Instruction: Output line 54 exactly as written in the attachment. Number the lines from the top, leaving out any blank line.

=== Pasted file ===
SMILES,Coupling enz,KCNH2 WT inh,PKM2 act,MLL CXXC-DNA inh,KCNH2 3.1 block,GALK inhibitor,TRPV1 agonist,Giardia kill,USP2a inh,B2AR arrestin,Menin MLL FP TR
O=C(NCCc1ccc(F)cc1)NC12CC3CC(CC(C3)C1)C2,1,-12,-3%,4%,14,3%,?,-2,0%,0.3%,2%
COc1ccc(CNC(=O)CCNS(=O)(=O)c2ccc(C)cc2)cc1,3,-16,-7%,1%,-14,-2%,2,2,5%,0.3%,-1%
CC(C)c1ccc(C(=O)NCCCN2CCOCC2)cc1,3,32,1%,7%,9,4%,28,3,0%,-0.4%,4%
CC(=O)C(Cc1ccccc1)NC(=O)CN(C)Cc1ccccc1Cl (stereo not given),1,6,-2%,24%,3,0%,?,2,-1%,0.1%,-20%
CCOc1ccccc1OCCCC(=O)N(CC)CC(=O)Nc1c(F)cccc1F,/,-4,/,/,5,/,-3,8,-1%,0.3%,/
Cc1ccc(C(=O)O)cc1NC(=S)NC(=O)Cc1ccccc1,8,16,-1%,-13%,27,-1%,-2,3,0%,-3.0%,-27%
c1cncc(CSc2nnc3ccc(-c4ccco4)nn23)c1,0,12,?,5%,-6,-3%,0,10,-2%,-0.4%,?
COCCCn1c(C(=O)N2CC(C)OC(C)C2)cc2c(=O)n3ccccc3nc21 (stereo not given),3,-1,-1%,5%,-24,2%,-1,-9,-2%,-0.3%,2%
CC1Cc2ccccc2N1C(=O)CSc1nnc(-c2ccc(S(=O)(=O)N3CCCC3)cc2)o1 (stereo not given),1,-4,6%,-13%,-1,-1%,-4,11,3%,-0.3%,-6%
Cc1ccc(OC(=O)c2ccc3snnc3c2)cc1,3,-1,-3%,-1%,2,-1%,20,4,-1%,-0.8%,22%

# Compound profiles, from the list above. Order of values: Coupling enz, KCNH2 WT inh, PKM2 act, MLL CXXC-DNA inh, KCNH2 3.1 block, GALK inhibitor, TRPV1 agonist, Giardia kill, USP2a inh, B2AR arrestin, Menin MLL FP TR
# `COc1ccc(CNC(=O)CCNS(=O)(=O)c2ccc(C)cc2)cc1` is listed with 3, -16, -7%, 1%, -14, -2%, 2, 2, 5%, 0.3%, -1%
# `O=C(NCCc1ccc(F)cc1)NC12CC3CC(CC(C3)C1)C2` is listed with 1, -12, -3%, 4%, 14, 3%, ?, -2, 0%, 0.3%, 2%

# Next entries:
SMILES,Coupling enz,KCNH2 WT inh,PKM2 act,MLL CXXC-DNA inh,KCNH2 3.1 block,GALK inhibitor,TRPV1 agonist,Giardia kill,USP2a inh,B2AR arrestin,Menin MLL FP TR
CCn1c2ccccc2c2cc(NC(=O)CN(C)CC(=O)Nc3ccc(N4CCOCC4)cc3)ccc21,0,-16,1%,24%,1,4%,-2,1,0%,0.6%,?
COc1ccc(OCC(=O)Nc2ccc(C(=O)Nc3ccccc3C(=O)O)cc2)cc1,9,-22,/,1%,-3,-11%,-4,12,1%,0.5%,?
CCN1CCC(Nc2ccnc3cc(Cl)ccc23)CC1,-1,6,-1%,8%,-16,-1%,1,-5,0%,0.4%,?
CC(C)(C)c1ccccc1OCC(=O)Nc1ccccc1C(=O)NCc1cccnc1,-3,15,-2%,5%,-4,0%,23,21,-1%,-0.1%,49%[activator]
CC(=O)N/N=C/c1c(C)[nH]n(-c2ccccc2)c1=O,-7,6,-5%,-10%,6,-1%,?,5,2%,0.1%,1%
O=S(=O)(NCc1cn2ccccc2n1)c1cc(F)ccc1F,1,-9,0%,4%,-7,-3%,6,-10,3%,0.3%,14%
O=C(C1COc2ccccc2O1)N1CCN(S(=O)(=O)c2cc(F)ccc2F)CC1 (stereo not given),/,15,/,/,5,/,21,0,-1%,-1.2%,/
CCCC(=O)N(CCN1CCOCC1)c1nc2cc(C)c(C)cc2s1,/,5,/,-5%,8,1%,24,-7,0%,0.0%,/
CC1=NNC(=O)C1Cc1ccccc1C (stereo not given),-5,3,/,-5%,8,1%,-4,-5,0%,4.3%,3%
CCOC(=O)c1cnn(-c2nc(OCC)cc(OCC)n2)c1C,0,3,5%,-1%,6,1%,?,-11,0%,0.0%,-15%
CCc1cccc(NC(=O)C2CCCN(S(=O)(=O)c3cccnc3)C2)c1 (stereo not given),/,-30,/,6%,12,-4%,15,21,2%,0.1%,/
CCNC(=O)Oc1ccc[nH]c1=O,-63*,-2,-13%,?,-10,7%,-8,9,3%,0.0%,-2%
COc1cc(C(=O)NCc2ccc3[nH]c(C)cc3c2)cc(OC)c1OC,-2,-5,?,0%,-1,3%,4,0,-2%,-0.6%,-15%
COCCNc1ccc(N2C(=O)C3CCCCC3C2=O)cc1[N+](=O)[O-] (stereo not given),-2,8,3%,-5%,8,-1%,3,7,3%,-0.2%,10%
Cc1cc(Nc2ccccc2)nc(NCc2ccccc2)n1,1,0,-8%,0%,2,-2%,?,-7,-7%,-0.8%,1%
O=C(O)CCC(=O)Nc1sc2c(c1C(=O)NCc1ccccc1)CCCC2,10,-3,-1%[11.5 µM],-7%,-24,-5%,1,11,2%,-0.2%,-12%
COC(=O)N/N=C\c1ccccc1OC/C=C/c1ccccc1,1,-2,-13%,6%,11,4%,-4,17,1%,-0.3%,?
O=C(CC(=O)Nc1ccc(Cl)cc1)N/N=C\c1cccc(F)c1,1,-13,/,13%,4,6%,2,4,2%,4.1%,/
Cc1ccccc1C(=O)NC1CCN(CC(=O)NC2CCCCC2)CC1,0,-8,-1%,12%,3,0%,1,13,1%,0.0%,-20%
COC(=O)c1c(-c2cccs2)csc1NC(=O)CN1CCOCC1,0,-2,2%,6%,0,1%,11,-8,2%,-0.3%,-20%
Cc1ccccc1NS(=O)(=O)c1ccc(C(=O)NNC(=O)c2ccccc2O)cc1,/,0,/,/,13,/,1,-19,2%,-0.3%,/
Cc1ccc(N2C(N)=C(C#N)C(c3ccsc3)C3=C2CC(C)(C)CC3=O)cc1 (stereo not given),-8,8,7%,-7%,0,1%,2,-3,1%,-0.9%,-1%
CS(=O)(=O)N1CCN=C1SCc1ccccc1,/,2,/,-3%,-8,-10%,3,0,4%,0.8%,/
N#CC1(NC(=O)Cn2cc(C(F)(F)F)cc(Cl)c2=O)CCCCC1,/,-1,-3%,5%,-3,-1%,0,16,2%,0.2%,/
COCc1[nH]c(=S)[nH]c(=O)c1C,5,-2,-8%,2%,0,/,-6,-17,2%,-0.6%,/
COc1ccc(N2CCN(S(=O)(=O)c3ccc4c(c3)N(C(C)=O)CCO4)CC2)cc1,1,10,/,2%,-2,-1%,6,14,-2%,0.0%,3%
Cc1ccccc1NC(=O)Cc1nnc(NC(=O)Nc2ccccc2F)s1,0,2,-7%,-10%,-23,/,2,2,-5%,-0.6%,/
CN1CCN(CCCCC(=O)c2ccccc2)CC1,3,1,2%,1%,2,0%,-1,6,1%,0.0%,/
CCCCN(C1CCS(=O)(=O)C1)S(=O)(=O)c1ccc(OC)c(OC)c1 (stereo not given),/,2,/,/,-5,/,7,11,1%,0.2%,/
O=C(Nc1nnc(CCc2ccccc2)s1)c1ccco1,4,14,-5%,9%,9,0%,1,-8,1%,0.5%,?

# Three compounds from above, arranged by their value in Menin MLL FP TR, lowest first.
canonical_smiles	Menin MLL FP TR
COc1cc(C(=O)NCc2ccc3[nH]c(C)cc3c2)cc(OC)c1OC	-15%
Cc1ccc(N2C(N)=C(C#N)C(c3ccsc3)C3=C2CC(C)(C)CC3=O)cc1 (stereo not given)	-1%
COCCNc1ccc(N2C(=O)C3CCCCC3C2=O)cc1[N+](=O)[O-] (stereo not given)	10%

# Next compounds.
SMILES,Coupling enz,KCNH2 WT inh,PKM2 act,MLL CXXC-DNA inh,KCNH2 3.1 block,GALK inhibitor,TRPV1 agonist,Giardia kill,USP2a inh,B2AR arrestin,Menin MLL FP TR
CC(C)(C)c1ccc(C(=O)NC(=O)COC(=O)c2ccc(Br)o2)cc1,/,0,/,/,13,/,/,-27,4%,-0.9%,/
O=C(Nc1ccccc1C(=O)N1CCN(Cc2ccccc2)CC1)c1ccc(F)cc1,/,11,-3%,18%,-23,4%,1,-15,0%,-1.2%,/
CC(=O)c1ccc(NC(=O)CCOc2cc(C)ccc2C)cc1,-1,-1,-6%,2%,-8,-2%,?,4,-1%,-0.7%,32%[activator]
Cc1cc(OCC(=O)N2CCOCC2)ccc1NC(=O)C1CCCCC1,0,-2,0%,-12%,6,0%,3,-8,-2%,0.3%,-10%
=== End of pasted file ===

CC(C)(C)c1ccc(C(=O)NC(=O)COC(=O)c2ccc(Br)o2)cc1,/,0,/,/,13,/,/,-27,4%,-0.9%,/